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Rep. Jamie Raskin talks issues


 Rep. Jamie Raskin talks issues
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Local News

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Energy savings highlights business conference

22-04-2017 Hits:204 Local OpenArc Support - avatar OpenArc Support

Fast-growing businesses participating in the county’s wide-ranging energy conservation effort, in fields such as design, finance, building materials, construction, and utilities, showcased the Montgomery County Energy Summit in Silver Spring April 5. The fastest-growing such sector may well be solar energy installation. There were 17,700 solar home installations in Maryland in 2016, up 65 percent from 10,700 in 2015, said Shawn Rumery, research director at Solar Energy Industries Association in Washington. SEIA has no figure for installations in Montgomery County. SEIA estimated that Maryland installations last year, both residential and commercial, were equivalent to electric power production of 248 megawatts, up 49 percent from 2015. Nationally, solar installations almost doubled in 2016, growing by 95 percent above 2015 to 14,800 megawatts, enough to power 8.3 million homes, SEIA indicated. The Energy Summit, co-presented by the county government Department of Environmental Protection and the national capital area chapter of the U.S. Green Building...

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Learning to live together

21-04-2017 Hits:85 Local OpenArc Support - avatar OpenArc Support

Jewish and Arab high school students learn the values of brotherhood   “Personally, I want to say to the world, Arabs and Jews can live together,” said Shadi Darawshi, an Arab Muslim, who spent 10 days visiting America’s East Coast with a small delegation of Jewish and Muslim Israeli high school students. Before this trip, Darawshi, a high school senior, said she rarely spoke to any Jewish people. Seven Israeli students, who said they have few chances to get to know one another in their home country, spent time in Washington, D.C., Montgomery County, Baltimore and Philadelphia in an effort to promote coexistence and friendship, explained Roberta Bell-Kliger, head of the International School of Oranim College of Education, who led the delegation. “In Israel, it’s pretty separate. They don’t go to school together,” Bell-Kliger said. Students attend either a Hebrew-speaking school or an Arabic-speaking school.

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Public weighs in on possible BRT on U.S. 29

20-04-2017 Hits:126 Local OpenArc Support - avatar OpenArc Support

Public weighs in on possible BRT on U.S. 29

ROCKVILLE – There is little debate that traffic is one of the biggest issues in the County, but there is much debate on what to do about it. Tuesday night, residents testified at the County Council on the County’s plan for a Bus Rapid Transit system on U.S. Route 29. The proposed U.S. 29 BRT would be a 14-mile bus route that would quickly shuttle people up and down the East County while driving in both mixed traffic and on shoulder lanes. The proposed bus route would cost $31 million, $21.5 million coming from the County and $10 million coming from a U.S. Department of Transportation grant. At the public hearing Tuesday night, reaction to the planned BRT was mixed. While most agreed there needs to be more transit options for commuters in the East County, residents are split on what that solution is.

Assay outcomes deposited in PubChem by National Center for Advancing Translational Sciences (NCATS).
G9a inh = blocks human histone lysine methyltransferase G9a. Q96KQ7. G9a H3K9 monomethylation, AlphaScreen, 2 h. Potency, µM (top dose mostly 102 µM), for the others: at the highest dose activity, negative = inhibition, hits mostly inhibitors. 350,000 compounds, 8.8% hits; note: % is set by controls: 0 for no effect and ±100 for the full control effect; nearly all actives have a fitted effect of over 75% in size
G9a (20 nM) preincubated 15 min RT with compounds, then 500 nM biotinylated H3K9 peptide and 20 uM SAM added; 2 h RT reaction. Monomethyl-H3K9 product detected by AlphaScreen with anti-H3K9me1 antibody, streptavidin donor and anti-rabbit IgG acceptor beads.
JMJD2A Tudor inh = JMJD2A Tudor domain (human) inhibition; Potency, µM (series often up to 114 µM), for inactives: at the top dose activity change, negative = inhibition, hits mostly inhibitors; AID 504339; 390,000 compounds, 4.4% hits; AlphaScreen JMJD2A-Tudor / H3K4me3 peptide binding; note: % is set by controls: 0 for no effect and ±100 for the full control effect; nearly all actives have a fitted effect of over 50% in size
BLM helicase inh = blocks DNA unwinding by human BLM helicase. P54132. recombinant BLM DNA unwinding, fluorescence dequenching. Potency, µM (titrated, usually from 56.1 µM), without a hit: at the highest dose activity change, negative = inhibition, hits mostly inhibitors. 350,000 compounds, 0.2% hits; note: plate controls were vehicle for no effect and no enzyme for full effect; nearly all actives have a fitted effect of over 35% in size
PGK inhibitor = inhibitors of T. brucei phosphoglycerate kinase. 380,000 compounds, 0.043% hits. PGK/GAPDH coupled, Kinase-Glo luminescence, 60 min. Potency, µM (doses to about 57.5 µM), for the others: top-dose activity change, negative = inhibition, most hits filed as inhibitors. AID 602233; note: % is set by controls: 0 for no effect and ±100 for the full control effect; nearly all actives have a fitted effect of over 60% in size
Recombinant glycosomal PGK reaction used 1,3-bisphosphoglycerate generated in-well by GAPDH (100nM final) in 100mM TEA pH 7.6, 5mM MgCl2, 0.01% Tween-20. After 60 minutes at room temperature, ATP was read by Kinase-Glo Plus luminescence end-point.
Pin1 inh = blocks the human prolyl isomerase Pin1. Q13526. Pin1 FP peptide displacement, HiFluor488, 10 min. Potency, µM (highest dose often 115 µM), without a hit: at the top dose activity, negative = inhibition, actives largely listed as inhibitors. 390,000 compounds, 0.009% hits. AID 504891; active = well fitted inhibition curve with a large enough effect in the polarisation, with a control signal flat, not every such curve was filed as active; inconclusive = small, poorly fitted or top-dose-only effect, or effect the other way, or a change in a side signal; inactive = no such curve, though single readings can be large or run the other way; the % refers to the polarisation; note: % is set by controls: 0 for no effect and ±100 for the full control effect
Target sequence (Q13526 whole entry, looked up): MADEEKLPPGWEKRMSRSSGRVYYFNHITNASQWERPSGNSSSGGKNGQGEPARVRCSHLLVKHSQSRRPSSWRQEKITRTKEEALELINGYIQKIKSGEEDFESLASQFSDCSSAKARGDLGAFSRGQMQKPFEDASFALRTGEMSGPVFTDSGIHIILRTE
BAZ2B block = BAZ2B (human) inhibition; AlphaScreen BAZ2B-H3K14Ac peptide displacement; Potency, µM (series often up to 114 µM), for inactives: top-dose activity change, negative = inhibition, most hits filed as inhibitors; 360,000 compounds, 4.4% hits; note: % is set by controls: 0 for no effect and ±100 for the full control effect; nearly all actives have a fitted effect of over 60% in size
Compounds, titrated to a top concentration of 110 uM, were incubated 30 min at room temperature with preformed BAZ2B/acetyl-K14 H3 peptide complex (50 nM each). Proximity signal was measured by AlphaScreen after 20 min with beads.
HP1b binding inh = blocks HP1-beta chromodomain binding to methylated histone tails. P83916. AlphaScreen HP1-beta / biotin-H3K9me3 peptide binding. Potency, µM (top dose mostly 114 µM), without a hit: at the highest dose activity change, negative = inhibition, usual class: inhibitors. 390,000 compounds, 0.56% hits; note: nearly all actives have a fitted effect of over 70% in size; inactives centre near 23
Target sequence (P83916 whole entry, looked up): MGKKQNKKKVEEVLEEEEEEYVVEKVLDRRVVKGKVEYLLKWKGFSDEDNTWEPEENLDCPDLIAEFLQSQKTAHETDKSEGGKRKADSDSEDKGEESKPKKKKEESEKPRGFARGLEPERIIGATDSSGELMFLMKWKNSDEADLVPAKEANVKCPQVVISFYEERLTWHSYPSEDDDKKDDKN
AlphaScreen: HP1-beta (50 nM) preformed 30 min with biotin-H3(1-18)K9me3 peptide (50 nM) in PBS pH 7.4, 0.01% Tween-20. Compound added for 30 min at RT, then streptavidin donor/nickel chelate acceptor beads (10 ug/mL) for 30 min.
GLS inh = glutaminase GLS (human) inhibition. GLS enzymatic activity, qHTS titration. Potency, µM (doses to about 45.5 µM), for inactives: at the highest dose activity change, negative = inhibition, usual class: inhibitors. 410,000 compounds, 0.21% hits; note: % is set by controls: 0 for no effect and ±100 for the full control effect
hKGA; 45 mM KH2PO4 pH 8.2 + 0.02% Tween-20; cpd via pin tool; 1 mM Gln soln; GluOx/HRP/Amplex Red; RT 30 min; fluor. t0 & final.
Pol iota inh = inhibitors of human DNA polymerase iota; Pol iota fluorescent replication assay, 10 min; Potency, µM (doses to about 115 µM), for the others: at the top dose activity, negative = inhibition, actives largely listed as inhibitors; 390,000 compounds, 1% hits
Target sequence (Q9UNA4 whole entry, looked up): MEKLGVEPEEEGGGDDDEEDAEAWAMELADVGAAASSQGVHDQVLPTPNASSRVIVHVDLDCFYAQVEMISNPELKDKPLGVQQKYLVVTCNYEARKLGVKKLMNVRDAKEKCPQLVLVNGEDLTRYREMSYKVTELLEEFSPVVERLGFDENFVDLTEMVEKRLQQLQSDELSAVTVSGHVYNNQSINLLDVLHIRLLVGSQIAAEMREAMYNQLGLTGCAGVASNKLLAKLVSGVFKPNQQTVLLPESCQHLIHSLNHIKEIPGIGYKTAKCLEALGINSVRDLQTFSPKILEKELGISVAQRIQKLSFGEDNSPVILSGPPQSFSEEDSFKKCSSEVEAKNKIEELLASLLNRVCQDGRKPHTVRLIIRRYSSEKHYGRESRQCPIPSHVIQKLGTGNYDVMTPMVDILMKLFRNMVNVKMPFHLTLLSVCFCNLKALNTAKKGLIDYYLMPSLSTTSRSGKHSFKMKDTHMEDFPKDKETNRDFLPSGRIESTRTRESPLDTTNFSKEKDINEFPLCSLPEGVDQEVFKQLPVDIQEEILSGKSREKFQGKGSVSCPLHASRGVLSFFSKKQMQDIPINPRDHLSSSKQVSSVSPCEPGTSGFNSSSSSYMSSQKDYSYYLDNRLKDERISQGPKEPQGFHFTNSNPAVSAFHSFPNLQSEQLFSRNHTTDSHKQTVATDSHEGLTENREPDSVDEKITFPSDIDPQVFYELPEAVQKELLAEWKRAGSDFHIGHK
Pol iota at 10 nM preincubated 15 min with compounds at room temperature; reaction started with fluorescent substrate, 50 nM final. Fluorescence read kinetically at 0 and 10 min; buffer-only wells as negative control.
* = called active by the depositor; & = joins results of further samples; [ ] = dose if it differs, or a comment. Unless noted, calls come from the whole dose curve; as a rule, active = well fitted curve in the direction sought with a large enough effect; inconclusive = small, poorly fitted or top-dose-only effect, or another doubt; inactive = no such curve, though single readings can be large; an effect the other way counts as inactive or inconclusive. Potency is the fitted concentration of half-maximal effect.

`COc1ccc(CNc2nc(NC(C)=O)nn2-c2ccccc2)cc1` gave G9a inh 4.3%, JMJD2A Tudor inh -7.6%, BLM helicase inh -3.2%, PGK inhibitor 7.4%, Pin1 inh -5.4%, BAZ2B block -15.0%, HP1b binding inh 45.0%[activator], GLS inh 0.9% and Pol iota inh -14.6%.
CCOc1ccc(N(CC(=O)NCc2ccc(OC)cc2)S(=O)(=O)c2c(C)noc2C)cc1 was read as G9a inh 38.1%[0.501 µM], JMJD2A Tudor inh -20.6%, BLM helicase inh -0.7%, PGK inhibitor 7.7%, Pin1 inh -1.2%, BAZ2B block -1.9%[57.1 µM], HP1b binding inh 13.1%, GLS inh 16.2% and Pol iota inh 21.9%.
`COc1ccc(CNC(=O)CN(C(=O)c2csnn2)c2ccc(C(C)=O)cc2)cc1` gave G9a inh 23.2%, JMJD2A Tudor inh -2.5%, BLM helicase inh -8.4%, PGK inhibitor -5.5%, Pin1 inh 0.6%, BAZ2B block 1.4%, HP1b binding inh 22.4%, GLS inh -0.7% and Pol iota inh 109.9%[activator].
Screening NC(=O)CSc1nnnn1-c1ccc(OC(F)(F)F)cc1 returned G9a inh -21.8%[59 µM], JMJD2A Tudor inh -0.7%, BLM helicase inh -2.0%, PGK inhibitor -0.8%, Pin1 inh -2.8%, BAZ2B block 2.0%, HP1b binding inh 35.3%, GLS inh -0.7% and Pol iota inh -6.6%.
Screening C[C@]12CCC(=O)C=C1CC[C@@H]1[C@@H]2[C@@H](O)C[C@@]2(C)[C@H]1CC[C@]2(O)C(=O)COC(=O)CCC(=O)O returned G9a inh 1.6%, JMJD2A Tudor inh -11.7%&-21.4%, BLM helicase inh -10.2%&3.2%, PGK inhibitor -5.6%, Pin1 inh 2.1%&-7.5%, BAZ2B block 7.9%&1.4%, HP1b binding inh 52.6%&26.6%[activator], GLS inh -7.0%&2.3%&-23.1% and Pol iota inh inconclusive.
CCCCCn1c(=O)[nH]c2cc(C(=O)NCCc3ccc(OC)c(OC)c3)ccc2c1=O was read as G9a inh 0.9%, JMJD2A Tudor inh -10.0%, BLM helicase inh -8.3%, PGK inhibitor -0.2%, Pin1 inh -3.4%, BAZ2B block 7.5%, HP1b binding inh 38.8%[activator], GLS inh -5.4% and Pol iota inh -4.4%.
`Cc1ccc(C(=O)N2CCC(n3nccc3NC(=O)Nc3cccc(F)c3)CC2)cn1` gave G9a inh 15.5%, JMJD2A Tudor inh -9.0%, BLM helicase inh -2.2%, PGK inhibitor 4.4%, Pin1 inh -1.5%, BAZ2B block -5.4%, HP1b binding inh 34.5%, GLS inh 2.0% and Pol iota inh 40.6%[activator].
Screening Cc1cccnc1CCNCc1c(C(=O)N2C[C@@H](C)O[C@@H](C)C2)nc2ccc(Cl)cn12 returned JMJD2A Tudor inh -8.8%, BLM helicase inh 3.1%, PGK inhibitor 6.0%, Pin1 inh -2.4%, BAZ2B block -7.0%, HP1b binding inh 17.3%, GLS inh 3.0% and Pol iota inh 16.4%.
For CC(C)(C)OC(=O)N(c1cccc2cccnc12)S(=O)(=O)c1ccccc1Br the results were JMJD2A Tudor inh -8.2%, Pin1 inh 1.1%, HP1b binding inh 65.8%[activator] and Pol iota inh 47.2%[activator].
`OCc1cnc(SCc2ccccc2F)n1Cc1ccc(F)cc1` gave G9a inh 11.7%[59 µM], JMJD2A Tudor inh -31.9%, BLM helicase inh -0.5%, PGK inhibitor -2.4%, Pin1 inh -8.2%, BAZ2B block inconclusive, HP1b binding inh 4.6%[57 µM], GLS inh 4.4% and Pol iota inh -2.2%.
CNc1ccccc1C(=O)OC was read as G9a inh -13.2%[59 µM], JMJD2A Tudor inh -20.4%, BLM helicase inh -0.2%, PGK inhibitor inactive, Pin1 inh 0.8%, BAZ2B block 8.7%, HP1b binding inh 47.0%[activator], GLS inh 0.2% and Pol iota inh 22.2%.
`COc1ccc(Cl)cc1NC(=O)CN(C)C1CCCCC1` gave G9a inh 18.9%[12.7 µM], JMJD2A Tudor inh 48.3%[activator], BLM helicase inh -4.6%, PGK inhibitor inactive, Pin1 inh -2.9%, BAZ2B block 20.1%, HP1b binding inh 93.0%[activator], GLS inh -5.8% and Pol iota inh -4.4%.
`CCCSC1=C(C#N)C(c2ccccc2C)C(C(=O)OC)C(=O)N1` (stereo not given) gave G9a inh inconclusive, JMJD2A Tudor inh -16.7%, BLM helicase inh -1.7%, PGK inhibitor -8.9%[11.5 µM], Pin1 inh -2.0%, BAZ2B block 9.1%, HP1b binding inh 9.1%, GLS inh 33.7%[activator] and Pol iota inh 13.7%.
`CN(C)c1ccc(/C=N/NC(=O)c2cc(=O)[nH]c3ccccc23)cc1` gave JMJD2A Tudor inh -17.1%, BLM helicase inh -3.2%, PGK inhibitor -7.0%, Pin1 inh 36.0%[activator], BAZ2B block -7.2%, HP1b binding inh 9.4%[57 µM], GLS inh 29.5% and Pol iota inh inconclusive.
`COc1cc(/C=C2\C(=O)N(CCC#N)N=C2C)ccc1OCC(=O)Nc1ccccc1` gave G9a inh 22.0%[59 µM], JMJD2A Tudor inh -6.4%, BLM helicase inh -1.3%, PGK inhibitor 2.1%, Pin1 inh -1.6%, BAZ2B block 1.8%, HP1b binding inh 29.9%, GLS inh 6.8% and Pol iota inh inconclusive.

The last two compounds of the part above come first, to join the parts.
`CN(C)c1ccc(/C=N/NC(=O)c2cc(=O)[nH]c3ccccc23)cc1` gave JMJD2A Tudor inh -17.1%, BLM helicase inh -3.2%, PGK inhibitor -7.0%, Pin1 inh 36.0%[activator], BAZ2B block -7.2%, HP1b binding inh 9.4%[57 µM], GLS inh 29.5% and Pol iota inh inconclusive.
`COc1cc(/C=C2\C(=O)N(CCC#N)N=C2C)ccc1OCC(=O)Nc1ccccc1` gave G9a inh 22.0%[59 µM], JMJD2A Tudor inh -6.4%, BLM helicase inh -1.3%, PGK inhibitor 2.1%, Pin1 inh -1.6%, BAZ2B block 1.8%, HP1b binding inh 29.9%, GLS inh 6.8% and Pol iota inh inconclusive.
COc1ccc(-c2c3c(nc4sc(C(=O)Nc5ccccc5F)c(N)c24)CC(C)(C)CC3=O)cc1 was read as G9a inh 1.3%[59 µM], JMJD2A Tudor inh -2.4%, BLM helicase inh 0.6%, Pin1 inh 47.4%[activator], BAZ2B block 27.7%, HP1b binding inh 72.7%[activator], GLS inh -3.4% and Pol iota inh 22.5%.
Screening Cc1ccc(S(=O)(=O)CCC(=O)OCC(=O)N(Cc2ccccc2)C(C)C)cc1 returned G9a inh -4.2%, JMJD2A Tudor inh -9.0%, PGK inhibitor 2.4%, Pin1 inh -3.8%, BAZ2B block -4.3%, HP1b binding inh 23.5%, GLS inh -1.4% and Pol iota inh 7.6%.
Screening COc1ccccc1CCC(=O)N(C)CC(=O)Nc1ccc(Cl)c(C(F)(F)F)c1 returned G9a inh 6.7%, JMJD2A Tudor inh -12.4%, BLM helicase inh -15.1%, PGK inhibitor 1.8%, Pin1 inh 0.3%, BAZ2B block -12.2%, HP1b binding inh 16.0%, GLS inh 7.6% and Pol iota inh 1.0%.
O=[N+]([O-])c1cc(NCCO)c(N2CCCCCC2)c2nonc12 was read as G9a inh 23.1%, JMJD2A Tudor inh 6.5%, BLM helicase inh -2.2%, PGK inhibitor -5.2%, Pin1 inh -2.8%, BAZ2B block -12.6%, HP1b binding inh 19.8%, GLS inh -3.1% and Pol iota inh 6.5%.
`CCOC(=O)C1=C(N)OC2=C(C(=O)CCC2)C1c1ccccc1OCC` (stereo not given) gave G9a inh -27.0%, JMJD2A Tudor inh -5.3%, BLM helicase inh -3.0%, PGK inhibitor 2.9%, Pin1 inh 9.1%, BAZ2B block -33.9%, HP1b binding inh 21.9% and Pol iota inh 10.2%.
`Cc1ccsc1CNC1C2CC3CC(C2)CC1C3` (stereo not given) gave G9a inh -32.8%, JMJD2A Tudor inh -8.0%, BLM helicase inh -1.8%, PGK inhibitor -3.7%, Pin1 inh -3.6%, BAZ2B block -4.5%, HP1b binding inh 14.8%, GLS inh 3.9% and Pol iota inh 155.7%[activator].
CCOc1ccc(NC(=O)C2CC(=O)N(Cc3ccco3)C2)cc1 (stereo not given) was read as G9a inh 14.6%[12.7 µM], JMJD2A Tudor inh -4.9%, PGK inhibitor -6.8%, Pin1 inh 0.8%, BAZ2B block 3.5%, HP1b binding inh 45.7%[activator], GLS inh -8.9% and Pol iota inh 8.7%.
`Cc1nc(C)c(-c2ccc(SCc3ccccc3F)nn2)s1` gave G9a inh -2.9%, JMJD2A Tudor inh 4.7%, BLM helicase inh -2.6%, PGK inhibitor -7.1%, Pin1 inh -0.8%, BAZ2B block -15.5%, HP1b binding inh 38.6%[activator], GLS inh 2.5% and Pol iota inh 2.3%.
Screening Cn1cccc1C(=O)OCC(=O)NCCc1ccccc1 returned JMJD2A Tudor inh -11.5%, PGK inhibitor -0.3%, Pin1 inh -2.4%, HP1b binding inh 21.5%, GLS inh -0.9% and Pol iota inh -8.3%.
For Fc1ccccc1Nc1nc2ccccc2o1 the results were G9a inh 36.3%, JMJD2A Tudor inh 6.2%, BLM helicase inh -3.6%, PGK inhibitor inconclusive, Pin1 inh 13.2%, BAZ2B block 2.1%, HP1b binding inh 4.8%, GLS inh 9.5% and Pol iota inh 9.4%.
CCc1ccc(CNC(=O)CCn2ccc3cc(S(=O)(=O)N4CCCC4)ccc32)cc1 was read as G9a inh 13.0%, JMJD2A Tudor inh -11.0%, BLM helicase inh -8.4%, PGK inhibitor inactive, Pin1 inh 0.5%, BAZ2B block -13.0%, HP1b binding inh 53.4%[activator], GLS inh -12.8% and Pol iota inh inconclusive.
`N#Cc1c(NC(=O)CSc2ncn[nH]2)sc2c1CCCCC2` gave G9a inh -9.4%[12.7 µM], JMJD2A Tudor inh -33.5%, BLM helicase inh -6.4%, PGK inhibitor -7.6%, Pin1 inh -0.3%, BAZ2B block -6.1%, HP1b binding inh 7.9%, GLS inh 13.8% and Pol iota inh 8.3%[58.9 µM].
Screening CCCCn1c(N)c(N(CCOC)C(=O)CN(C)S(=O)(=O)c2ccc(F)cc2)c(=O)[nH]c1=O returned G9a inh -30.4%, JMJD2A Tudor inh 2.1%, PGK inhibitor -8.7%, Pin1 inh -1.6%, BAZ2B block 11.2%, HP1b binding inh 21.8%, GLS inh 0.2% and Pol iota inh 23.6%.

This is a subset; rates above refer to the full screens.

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State News

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State passes legislation to give one-year write-offs for manufacturing equipment

21-04-2017 Hits:96 State OpenArc Support - avatar OpenArc Support

The Maryland General Assembly included one-year write-offs of manufacturing equipment for tax purposes in its end-of-session legislative rush on April 10. Gov. Larry Hogan (R) signed the new tax law on April 11. It was part of Hogan’s job creation initiative, attached to better-known provisions allowing for special tax incentives for manufacturing in less prosperous areas of Maryland, including parts of Baltimore, Western Maryland and the Eastern Shore.

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State’s Congressmen and Senators meet with Bay advocates

21-04-2017 Hits:90 State OpenArc Support - avatar OpenArc Support

CAPITOL HILL – An annual gathering of clean water advocates took on more urgency this year in the wake of President Donald Trump’s budget, which proposes deep cuts to the Environmental Protection Agency and eliminates entirely federal funding for Chesapeake Bay restoration. The Choose Clean Water Coalition held a reception April 5 to bring together representatives from its 225 member organizations and elected representatives in Congress to discuss the negative impacts of Trump’s proposal to eliminate $73 million in funding for the Chesapeake Bay Program, which funds local restoration efforts in Maryland, D.C., Virginia and Pennsylvania. In addition to a reception, the group facilitated 36 individual meetings between water groups and members of Congress. “This gathering could not happen at a more important critical moment given the budget that came down,” said Sen. Chris Van Hollen (D-Md.) “This is an hour, a moment of great need for this coalition and with your...

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Ariana Kelly takes helm of group dedicated to fighting for women

11-04-2017 Hits:189 State OpenArc Support - avatar OpenArc Support

Ariana Kelly takes helm of group dedicated to fighting for women

Del. Ariana Kelly (D-16). COURTESY PHOTO   After being elected president of the Women Legislators of Maryland, Del. Ariana Kelly (District 16) proclaimed that she had just “fulfilled one of my legislative dreams.” Kelly, who is already known around Annapolis for fighting for women’s causes, now heads an organization dedicated to the rights and needs of women and girls on issues such as child care, domestic violence and human trafficking. “I think it’s an incredible opportunity. I think there are a lot of ways to improve women’s lives,” she said. “For me, it’s both a tremendous honor to be elected by my colleagues, but it also is a tremendous opportunity to improve the lives of the women of Maryland.”